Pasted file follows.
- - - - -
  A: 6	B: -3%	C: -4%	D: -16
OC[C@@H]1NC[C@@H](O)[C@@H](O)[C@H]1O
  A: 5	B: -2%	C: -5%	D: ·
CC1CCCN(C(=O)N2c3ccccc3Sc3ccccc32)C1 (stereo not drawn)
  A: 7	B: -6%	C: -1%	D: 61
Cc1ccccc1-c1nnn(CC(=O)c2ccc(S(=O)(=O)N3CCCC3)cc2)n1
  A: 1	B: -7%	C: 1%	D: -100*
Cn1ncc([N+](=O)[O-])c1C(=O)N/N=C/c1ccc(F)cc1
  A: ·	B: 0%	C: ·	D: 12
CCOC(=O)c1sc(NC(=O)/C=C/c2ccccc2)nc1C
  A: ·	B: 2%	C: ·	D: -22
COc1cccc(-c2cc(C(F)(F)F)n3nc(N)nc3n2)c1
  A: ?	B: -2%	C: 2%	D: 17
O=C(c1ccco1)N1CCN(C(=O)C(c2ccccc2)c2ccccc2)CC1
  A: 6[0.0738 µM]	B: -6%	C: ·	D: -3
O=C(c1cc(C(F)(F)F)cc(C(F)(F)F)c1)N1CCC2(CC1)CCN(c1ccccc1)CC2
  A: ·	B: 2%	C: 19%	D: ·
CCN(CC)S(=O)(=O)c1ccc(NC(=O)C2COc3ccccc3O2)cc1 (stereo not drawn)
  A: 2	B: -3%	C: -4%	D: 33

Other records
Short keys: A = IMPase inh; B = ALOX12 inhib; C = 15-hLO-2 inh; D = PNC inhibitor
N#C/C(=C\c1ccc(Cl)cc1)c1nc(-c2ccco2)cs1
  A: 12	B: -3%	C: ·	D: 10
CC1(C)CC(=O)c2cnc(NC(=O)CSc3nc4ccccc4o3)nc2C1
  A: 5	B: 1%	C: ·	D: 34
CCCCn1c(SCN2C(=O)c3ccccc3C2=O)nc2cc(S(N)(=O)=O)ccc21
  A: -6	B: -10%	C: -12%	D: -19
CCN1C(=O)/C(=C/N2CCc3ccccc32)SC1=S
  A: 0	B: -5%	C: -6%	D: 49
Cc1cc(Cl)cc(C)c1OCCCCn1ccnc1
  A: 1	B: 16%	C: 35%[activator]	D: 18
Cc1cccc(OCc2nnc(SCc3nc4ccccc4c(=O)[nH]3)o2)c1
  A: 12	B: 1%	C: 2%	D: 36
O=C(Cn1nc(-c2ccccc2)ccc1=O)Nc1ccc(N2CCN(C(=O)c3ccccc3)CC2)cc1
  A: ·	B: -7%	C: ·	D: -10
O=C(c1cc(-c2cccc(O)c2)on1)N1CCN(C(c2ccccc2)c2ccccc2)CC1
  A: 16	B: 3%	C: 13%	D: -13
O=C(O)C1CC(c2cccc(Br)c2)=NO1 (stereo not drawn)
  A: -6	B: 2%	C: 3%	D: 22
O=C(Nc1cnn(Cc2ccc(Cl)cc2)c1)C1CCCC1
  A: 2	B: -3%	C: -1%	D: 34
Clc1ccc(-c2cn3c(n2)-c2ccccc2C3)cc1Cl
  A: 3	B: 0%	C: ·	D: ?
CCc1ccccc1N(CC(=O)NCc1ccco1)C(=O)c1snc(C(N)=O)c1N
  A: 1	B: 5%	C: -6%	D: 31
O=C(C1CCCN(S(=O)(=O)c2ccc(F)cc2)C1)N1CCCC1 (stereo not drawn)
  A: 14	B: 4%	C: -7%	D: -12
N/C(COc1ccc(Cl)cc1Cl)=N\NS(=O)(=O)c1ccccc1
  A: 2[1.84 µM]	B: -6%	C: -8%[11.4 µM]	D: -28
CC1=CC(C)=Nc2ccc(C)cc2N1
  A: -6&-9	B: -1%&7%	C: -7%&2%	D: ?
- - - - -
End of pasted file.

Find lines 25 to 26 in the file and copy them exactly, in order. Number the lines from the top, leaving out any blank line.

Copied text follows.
  A: 5	B: 1%	C: ·	D: 34
CCCCn1c(SCN2C(=O)c3ccccc3C2=O)nc2cc(S(N)(=O)=O)ccc21